He knows what he wants. Sarina Salehi’s determination is in every word she utters.
“I want to be a world champion and win a medal at the Olympics,” he told DW. Salehi’s words are even more remarkable because the young wrestler is only 14 years old. Salehi knows, that words alone are useless in combat sport. What matters is the hard work and the sweat that dripped onto the wrestling mat.
Salehi now trains six times a week in Krefeld, near Düsseldorf, focusing on strength, conditioning and technique.
“Leg attacks and spins” are his specialty, he reports. He recently used them to beat the reigning European champion in his age group. However, his future in the game is uncertain. As an Iranian wrestler, he is caught between two worlds.
Escape from Iran
Salehi grew up in Baneh in northwestern Iran, part of the country’s Kurdish minority. Her father Soran was a successful wrestler himself and his daughter also discovered the same passion early on.
“However, freestyle wrestling is banned for women and girls in Iran because of the veil requirement,” explained Salehi’s father.
And so, Salehi switched to karate and won the western Iranian championship in his age group. But he was not allowed to wrestle, prompting his parents’ decision to travel to Greece via Turkey in 2019 and apply for asylum in the European Union.
On the balcony of his home in Greece, Salehi trains with his father. For the first time, he was able to continue his sport in a club. “When I first saw the wrestling mats in a hall, I was in awe,” Salehi said.
It’s a fascination shared by many Iranian women and girls, but for whom an Olympic career in wrestling remains blocked. Only after high pressure in 2015, the regime in Tehran allowed the “Alish” discipline, called belt wrestling, where athletes compete against each other in full-body suits and is mainly performed in countries who is Muslim.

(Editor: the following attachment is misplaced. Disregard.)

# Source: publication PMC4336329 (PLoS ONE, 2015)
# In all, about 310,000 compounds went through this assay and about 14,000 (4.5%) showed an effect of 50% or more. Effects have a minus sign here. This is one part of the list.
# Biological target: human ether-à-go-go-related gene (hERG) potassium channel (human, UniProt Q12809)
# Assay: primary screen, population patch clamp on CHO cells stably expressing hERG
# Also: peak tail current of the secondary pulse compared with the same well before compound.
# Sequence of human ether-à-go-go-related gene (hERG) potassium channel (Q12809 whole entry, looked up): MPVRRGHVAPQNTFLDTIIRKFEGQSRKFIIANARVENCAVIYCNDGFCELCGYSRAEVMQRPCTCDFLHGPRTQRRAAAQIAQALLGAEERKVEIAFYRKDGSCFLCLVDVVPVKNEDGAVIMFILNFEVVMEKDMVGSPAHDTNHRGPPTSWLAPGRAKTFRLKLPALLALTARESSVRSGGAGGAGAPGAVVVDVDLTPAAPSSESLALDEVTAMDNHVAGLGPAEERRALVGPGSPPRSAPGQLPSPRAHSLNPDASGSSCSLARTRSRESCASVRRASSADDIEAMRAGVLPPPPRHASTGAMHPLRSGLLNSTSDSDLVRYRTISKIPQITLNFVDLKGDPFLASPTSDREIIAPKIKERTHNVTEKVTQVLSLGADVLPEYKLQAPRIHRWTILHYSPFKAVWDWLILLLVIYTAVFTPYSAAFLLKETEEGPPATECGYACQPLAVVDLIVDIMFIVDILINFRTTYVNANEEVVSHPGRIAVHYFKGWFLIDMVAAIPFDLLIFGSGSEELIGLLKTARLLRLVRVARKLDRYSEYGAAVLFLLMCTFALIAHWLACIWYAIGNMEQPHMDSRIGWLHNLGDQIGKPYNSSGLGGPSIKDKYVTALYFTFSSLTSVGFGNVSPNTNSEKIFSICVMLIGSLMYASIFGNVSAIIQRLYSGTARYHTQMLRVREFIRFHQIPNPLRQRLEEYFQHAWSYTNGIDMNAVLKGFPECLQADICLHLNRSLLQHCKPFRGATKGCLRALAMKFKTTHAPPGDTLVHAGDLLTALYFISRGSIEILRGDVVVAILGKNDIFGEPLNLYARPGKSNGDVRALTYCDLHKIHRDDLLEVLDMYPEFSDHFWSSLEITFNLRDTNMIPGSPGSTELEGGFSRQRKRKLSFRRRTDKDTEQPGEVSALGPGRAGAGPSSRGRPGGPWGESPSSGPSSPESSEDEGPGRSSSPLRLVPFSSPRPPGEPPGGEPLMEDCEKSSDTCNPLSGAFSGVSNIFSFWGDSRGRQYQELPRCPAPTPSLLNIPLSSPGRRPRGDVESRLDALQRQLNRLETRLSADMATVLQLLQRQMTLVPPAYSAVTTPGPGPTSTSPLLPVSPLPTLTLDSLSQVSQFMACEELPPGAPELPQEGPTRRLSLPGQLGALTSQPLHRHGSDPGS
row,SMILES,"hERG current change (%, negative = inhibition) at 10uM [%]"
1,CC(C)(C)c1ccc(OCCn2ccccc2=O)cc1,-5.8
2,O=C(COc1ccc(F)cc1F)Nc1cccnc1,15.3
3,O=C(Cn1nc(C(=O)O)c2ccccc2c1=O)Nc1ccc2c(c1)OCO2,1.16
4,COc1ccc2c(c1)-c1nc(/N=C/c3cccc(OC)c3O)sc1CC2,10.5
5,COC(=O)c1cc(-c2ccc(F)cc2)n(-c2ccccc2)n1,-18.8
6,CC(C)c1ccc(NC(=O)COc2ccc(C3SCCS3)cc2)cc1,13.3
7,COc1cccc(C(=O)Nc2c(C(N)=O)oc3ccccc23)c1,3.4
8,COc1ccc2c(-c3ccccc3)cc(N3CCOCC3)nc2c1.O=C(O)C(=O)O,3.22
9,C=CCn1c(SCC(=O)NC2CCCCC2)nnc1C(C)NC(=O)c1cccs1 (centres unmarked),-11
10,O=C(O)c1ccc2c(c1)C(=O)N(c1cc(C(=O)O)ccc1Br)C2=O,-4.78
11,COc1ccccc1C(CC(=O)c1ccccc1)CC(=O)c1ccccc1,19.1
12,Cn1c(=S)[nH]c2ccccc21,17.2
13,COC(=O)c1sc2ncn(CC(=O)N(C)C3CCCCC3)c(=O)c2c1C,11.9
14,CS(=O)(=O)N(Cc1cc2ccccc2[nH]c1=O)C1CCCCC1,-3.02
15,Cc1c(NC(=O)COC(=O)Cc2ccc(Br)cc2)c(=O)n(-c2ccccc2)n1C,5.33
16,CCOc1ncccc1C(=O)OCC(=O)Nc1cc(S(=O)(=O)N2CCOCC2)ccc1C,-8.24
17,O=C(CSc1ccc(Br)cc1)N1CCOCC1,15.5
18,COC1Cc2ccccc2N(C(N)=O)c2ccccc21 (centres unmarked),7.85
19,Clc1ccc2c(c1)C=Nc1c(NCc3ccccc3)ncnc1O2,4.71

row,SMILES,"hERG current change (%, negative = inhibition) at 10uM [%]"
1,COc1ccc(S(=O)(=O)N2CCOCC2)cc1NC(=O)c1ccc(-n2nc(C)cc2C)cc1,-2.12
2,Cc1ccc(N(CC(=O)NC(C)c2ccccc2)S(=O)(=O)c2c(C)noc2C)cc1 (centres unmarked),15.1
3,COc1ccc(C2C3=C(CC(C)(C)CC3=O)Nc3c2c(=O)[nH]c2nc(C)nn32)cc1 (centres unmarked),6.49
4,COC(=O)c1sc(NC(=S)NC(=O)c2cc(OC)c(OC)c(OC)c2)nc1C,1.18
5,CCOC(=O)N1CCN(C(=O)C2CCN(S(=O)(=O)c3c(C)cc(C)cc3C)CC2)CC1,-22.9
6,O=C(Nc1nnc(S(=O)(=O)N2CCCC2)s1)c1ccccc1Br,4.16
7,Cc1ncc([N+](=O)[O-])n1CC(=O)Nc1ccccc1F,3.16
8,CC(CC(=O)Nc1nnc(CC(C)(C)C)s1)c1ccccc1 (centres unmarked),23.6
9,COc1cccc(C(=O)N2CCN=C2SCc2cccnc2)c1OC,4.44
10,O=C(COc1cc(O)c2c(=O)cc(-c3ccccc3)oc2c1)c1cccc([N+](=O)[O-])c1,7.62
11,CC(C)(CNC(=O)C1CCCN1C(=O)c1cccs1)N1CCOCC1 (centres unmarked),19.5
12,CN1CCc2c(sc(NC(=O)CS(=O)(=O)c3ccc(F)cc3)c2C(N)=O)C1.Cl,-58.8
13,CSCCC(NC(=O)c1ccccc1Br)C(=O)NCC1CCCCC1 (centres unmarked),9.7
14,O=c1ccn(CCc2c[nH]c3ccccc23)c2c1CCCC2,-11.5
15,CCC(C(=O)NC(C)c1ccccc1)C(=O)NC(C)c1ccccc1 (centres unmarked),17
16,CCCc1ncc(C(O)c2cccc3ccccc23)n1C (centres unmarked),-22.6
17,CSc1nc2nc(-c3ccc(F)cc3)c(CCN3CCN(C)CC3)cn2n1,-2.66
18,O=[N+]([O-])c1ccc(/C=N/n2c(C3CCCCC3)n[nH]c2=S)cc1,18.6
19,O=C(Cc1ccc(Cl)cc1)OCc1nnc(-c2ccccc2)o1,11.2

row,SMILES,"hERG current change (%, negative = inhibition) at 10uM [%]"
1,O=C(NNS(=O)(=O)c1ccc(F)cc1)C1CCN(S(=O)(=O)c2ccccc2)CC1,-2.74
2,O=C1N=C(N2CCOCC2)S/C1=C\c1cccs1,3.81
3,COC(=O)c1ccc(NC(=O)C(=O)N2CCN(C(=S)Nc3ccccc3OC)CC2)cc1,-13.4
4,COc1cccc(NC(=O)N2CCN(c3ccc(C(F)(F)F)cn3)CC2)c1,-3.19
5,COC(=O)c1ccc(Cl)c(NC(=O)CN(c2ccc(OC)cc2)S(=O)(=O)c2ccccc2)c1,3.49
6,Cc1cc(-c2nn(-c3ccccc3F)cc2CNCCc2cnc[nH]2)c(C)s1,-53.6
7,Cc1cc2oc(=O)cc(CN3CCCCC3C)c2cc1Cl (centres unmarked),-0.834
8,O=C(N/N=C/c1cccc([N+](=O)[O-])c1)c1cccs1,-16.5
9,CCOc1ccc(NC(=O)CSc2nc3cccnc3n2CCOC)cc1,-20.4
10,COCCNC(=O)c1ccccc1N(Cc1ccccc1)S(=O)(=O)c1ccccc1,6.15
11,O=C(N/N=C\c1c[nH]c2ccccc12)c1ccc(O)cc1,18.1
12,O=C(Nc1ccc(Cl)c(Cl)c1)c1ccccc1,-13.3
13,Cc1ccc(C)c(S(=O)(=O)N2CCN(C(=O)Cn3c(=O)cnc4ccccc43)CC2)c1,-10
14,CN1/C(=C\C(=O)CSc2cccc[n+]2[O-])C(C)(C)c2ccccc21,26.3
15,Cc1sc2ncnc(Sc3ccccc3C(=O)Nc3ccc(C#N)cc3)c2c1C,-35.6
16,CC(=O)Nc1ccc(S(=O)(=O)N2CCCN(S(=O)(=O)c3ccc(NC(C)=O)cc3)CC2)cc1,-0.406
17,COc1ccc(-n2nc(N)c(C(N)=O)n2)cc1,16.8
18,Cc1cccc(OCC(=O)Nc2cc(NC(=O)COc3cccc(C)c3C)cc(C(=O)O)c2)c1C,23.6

In 2019, Iran’s national women’s team won the world championships in their first attempt and has been cleaning up internationally ever since.
Rasul Khadem, president of the Iranian Wrestling Federation at the time, commented on the success: “Wrestling is more than wrestling for Iranian women. It is resistance and struggle against unteachable attitudes. in this sport was a loud cry with the message: ‘We can, we can, we can!'” Soon, Kahdem disappeared from his post.
For Mehdi Jafari Gorzini, a board member of ASV Mainz 88, a wrestling club in Mainz that is the current German team champion, discrimination against women can be seen in the very popular sport of wrestling in Iran. The politician and publicist once fled the Islamic republic itself.
“The approval for ‘Alish’ only serves as an evasive maneuver to calm the violent protests in the country,” Gorzini told DW.
High hurdles for Salehi
Sarina Salehi follows what is happening in Iran, the ongoing protests as well as the treatment of women in wrestling.
“I saw a lot of what happened there. It makes you sad. The situation in Iran is not good,” he said.
At the same time, Salehi is fighting for his own dream in Germany. “It was difficult for him and for us,” said Hans-Georg Focken, his coach in Krefeld. “He has no chance to compete for Iran. And since he doesn’t have a German passport, I can’t take him to one of the local selection squads.”
This is a problem. Salehi has already had success in international tournaments, but he is not eligible to compete in the German championships, nor in the European or world championships.
“The refugee team, supported by the DOSB (German Olympic Sports Confederation), is a possibility,” said Focken. But he believes that it is too difficult for Salehi to make the team, and also that his youth counts against him.
But female wrestlers are tough. With his family granted permission to stay in Germany for now, Salehi hopes German citizenship will soon follow. Then nothing can hinder his athletic career beyond the mat. In the meantime, he also wants to continue learning.
“In terms of ambition and his physicality, he’s on top,” Focken said. “But the basic things are still lacking, like the agility of how to dictate and win a fight against different opponents.”
To develop further, the 14-year-old is in the best hands in Krefeld. After all, Aline Rotter-Focken, the coach’s daughter, is the first German to win Olympic gold in wrestling in Tokyo in 2021.
The club is trying to give Salehi a foundation for a similar career. He himself wants to pay for it in the future. With performance and – if it all works – with precious metal.
This article was translated from German by Jonathan Harding.